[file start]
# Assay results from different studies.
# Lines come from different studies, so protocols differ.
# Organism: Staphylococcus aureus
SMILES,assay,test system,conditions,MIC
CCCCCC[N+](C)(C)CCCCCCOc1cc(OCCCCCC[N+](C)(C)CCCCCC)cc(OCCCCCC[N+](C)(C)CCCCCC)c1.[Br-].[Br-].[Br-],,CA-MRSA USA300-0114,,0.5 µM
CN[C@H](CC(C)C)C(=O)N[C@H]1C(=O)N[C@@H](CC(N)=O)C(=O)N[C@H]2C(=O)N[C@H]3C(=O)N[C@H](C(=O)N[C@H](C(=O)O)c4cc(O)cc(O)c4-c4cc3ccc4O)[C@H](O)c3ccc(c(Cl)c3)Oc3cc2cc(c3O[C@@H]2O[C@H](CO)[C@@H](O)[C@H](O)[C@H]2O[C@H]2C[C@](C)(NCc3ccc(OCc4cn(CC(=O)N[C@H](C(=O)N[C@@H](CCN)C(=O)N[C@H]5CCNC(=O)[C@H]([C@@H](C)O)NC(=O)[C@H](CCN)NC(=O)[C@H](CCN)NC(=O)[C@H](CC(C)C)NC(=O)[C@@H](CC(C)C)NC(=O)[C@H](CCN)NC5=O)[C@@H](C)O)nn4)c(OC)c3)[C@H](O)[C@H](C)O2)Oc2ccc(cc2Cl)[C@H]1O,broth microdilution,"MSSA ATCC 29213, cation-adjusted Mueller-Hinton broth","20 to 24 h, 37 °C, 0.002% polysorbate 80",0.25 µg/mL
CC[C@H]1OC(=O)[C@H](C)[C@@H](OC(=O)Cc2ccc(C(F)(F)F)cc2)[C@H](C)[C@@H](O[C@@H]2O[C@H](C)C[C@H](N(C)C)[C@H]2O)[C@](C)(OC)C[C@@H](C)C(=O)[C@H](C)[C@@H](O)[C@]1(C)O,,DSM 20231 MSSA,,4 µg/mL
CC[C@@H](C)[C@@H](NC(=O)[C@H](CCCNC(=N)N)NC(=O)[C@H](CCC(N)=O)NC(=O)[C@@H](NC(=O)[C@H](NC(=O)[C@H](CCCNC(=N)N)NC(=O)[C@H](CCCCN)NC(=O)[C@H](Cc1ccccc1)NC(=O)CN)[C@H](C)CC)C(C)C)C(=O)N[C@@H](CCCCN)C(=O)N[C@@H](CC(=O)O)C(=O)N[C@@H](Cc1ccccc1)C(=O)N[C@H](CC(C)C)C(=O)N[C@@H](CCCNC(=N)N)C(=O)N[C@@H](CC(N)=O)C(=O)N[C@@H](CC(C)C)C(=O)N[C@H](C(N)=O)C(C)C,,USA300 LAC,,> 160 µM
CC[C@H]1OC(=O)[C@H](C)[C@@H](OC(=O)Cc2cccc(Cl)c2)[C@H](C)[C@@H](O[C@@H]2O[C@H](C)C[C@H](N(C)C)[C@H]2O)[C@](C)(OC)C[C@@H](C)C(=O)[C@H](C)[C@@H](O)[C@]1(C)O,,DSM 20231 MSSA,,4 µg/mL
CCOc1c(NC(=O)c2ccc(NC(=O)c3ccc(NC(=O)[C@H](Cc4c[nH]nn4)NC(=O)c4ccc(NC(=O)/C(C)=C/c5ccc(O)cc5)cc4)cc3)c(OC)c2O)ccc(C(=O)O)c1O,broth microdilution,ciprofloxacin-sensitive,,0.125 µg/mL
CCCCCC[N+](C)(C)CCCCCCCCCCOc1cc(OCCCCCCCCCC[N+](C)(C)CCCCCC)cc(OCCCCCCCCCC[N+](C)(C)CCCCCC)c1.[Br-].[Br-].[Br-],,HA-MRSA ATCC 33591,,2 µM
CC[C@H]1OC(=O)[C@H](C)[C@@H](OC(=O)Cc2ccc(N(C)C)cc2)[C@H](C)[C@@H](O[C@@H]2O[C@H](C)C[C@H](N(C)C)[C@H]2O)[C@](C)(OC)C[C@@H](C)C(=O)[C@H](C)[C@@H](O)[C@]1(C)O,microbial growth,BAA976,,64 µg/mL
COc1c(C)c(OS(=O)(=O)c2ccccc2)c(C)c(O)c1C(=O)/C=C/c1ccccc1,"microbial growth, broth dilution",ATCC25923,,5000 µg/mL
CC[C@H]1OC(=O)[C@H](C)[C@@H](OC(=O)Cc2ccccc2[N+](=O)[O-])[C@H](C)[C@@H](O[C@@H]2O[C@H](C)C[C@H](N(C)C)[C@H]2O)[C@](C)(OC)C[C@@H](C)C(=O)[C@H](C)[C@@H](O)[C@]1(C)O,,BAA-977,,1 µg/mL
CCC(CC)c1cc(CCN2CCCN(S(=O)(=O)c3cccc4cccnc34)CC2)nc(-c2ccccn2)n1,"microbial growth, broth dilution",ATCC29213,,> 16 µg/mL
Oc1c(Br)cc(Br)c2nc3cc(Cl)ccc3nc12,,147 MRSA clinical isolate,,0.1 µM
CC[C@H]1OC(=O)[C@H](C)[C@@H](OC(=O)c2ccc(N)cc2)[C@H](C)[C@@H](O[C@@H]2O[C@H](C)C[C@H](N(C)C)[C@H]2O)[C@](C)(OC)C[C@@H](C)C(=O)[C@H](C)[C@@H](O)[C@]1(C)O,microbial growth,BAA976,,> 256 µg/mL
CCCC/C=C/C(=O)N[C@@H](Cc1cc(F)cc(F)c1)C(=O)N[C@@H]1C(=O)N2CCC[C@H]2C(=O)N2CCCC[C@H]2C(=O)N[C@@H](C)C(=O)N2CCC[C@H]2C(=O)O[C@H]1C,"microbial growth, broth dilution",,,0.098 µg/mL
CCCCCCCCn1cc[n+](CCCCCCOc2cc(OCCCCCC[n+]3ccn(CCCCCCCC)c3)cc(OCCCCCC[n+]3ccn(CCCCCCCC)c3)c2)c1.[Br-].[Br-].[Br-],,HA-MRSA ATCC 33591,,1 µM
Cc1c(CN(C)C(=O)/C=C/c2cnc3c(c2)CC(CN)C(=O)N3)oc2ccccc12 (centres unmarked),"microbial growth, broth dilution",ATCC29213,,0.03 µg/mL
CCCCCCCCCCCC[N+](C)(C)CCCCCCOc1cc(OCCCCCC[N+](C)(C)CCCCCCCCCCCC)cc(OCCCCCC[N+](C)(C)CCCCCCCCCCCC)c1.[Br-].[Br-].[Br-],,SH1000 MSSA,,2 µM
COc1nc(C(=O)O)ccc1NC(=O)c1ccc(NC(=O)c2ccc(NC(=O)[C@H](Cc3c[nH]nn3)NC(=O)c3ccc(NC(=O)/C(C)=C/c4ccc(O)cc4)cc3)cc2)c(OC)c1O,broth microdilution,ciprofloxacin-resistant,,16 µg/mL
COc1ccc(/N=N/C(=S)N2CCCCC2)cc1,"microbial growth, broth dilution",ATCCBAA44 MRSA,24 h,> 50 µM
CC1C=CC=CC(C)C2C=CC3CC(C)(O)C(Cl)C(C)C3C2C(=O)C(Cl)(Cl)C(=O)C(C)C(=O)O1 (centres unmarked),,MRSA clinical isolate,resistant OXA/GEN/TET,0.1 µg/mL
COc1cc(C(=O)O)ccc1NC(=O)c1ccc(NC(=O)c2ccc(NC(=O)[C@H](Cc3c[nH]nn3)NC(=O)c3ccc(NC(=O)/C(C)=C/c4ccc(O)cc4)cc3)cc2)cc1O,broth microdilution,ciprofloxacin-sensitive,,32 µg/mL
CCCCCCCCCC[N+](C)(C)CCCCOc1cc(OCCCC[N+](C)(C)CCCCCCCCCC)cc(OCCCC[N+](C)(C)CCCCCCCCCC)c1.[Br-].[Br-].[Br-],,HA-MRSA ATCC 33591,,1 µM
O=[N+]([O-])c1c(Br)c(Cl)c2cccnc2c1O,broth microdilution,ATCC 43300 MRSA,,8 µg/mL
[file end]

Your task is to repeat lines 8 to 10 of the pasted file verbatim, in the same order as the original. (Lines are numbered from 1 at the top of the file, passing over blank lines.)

CC[C@@H](C)[C@@H](NC(=O)[C@H](CCCNC(=N)N)NC(=O)[C@H](CCC(N)=O)NC(=O)[C@@H](NC(=O)[C@H](NC(=O)[C@H](CCCNC(=N)N)NC(=O)[C@H](CCCCN)NC(=O)[C@H](Cc1ccccc1)NC(=O)CN)[C@H](C)CC)C(C)C)C(=O)N[C@@H](CCCCN)C(=O)N[C@@H](CC(=O)O)C(=O)N[C@@H](Cc1ccccc1)C(=O)N[C@H](CC(C)C)C(=O)N[C@@H](CCCNC(=N)N)C(=O)N[C@@H](CC(N)=O)C(=O)N[C@@H](CC(C)C)C(=O)N[C@H](C(N)=O)C(C)C,,USA300 LAC,,> 160 µM
CC[C@H]1OC(=O)[C@H](C)[C@@H](OC(=O)Cc2cccc(Cl)c2)[C@H](C)[C@@H](O[C@@H]2O[C@H](C)C[C@H](N(C)C)[C@H]2O)[C@](C)(OC)C[C@@H](C)C(=O)[C@H](C)[C@@H](O)[C@]1(C)O,,DSM 20231 MSSA,,4 µg/mL
CCOc1c(NC(=O)c2ccc(NC(=O)c3ccc(NC(=O)[C@H](Cc4c[nH]nn4)NC(=O)c4ccc(NC(=O)/C(C)=C/c5ccc(O)cc5)cc4)cc3)c(OC)c2O)ccc(C(=O)O)c1O,broth microdilution,ciprofloxacin-sensitive,,0.125 µg/mL